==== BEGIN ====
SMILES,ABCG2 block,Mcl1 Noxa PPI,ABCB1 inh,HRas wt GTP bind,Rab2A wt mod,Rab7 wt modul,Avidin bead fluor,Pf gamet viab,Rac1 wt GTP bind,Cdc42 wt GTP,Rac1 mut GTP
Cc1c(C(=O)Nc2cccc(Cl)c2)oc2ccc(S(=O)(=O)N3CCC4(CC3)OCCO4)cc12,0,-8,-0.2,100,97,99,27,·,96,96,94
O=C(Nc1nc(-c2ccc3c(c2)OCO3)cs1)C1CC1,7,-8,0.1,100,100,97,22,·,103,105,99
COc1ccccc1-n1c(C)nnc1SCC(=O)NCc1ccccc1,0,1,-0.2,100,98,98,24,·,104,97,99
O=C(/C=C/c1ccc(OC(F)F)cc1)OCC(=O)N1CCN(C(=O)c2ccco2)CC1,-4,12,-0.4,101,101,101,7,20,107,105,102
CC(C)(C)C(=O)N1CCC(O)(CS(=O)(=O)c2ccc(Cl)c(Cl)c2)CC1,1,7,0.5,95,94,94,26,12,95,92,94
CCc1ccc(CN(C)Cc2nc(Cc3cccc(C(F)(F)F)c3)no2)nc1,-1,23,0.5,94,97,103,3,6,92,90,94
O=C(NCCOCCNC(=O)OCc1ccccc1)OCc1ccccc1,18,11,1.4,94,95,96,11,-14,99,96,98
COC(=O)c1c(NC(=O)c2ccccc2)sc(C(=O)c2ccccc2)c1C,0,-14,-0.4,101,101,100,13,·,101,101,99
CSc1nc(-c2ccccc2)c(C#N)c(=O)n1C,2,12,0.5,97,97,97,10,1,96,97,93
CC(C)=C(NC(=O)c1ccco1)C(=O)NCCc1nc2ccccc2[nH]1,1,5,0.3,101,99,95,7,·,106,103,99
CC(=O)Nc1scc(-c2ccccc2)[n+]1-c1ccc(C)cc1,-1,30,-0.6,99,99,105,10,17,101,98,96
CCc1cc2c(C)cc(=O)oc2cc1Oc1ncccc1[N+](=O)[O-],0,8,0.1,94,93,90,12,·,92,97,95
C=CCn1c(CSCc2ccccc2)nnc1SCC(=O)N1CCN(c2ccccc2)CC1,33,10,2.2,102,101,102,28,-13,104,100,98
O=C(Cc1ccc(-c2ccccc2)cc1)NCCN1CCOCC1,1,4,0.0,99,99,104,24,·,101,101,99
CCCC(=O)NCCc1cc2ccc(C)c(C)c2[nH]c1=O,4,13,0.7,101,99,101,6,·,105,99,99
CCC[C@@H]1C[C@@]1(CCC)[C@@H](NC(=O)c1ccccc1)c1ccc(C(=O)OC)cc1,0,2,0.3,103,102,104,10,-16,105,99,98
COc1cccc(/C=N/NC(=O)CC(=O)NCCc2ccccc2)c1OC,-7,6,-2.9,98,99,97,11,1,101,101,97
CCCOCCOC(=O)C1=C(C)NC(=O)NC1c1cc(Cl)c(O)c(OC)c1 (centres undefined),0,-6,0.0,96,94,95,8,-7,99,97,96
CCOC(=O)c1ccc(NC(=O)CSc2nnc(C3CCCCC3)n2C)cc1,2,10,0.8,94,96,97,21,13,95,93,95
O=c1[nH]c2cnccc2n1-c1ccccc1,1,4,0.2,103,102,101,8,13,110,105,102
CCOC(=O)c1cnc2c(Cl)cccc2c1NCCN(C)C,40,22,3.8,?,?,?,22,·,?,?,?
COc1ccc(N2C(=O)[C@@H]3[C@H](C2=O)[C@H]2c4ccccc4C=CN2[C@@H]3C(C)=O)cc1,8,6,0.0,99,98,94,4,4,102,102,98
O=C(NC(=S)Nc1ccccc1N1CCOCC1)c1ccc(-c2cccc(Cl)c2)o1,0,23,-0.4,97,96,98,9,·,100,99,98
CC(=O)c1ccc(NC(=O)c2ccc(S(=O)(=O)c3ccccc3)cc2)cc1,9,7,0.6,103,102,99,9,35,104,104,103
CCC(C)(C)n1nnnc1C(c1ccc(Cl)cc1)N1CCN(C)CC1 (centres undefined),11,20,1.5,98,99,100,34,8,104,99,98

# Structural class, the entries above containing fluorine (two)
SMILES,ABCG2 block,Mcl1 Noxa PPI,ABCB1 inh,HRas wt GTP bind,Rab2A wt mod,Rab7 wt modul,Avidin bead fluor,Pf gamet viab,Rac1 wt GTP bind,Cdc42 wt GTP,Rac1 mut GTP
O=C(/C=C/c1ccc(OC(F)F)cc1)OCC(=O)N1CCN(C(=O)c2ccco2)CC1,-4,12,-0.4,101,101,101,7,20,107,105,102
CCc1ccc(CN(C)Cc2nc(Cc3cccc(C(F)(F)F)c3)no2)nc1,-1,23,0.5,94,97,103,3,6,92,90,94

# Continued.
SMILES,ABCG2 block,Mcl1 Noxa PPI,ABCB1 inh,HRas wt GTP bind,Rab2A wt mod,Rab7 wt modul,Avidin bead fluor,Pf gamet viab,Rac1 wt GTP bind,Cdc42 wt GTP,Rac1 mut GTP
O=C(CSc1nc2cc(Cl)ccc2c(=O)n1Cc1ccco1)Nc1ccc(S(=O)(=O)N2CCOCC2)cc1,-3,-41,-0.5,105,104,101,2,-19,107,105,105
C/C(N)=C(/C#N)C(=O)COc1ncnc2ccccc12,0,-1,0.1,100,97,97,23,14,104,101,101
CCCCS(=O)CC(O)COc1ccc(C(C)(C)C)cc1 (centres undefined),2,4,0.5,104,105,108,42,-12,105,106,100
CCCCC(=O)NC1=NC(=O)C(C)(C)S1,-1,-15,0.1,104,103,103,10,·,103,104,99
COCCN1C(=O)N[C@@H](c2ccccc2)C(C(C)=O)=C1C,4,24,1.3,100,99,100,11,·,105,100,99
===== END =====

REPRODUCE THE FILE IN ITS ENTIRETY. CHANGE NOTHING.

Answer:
SMILES,ABCG2 block,Mcl1 Noxa PPI,ABCB1 inh,HRas wt GTP bind,Rab2A wt mod,Rab7 wt modul,Avidin bead fluor,Pf gamet viab,Rac1 wt GTP bind,Cdc42 wt GTP,Rac1 mut GTP
Cc1c(C(=O)Nc2cccc(Cl)c2)oc2ccc(S(=O)(=O)N3CCC4(CC3)OCCO4)cc12,0,-8,-0.2,100,97,99,27,·,96,96,94
O=C(Nc1nc(-c2ccc3c(c2)OCO3)cs1)C1CC1,7,-8,0.1,100,100,97,22,·,103,105,99
COc1ccccc1-n1c(C)nnc1SCC(=O)NCc1ccccc1,0,1,-0.2,100,98,98,24,·,104,97,99
O=C(/C=C/c1ccc(OC(F)F)cc1)OCC(=O)N1CCN(C(=O)c2ccco2)CC1,-4,12,-0.4,101,101,101,7,20,107,105,102
CC(C)(C)C(=O)N1CCC(O)(CS(=O)(=O)c2ccc(Cl)c(Cl)c2)CC1,1,7,0.5,95,94,94,26,12,95,92,94
CCc1ccc(CN(C)Cc2nc(Cc3cccc(C(F)(F)F)c3)no2)nc1,-1,23,0.5,94,97,103,3,6,92,90,94
O=C(NCCOCCNC(=O)OCc1ccccc1)OCc1ccccc1,18,11,1.4,94,95,96,11,-14,99,96,98
COC(=O)c1c(NC(=O)c2ccccc2)sc(C(=O)c2ccccc2)c1C,0,-14,-0.4,101,101,100,13,·,101,101,99
CSc1nc(-c2ccccc2)c(C#N)c(=O)n1C,2,12,0.5,97,97,97,10,1,96,97,93
CC(C)=C(NC(=O)c1ccco1)C(=O)NCCc1nc2ccccc2[nH]1,1,5,0.3,101,99,95,7,·,106,103,99
CC(=O)Nc1scc(-c2ccccc2)[n+]1-c1ccc(C)cc1,-1,30,-0.6,99,99,105,10,17,101,98,96
CCc1cc2c(C)cc(=O)oc2cc1Oc1ncccc1[N+](=O)[O-],0,8,0.1,94,93,90,12,·,92,97,95
C=CCn1c(CSCc2ccccc2)nnc1SCC(=O)N1CCN(c2ccccc2)CC1,33,10,2.2,102,101,102,28,-13,104,100,98
O=C(Cc1ccc(-c2ccccc2)cc1)NCCN1CCOCC1,1,4,0.0,99,99,104,24,·,101,101,99
CCCC(=O)NCCc1cc2ccc(C)c(C)c2[nH]c1=O,4,13,0.7,101,99,101,6,·,105,99,99
CCC[C@@H]1C[C@@]1(CCC)[C@@H](NC(=O)c1ccccc1)c1ccc(C(=O)OC)cc1,0,2,0.3,103,102,104,10,-16,105,99,98
COc1cccc(/C=N/NC(=O)CC(=O)NCCc2ccccc2)c1OC,-7,6,-2.9,98,99,97,11,1,101,101,97
CCCOCCOC(=O)C1=C(C)NC(=O)NC1c1cc(Cl)c(O)c(OC)c1 (centres undefined),0,-6,0.0,96,94,95,8,-7,99,97,96
CCOC(=O)c1ccc(NC(=O)CSc2nnc(C3CCCCC3)n2C)cc1,2,10,0.8,94,96,97,21,13,95,93,95
O=c1[nH]c2cnccc2n1-c1ccccc1,1,4,0.2,103,102,101,8,13,110,105,102
CCOC(=O)c1cnc2c(Cl)cccc2c1NCCN(C)C,40,22,3.8,?,?,?,22,·,?,?,?
COc1ccc(N2C(=O)[C@@H]3[C@H](C2=O)[C@H]2c4ccccc4C=CN2[C@@H]3C(C)=O)cc1,8,6,0.0,99,98,94,4,4,102,102,98
O=C(NC(=S)Nc1ccccc1N1CCOCC1)c1ccc(-c2cccc(Cl)c2)o1,0,23,-0.4,97,96,98,9,·,100,99,98
CC(=O)c1ccc(NC(=O)c2ccc(S(=O)(=O)c3ccccc3)cc2)cc1,9,7,0.6,103,102,99,9,35,104,104,103
CCC(C)(C)n1nnnc1C(c1ccc(Cl)cc1)N1CCN(C)CC1 (centres undefined),11,20,1.5,98,99,100,34,8,104,99,98

# Structural class, the entries above containing fluorine (two)
SMILES,ABCG2 block,Mcl1 Noxa PPI,ABCB1 inh,HRas wt GTP bind,Rab2A wt mod,Rab7 wt modul,Avidin bead fluor,Pf gamet viab,Rac1 wt GTP bind,Cdc42 wt GTP,Rac1 mut GTP
O=C(/C=C/c1ccc(OC(F)F)cc1)OCC(=O)N1CCN(C(=O)c2ccco2)CC1,-4,12,-0.4,101,101,101,7,20,107,105,102
CCc1ccc(CN(C)Cc2nc(Cc3cccc(C(F)(F)F)c3)no2)nc1,-1,23,0.5,94,97,103,3,6,92,90,94

# Continued.
SMILES,ABCG2 block,Mcl1 Noxa PPI,ABCB1 inh,HRas wt GTP bind,Rab2A wt mod,Rab7 wt modul,Avidin bead fluor,Pf gamet viab,Rac1 wt GTP bind,Cdc42 wt GTP,Rac1 mut GTP
O=C(CSc1nc2cc(Cl)ccc2c(=O)n1Cc1ccco1)Nc1ccc(S(=O)(=O)N2CCOCC2)cc1,-3,-41,-0.5,105,104,101,2,-19,107,105,105
C/C(N)=C(/C#N)C(=O)COc1ncnc2ccccc12,0,-1,0.1,100,97,97,23,14,104,101,101
CCCCS(=O)CC(O)COc1ccc(C(C)(C)C)cc1 (centres undefined),2,4,0.5,104,105,108,42,-12,105,106,100
CCCCC(=O)NC1=NC(=O)C(C)(C)S1,-1,-15,0.1,104,103,103,10,·,103,104,99
COCCN1C(=O)N[C@@H](c2ccccc2)C(C(C)=O)=C1C,4,24,1.3,100,99,100,11,·,105,100,99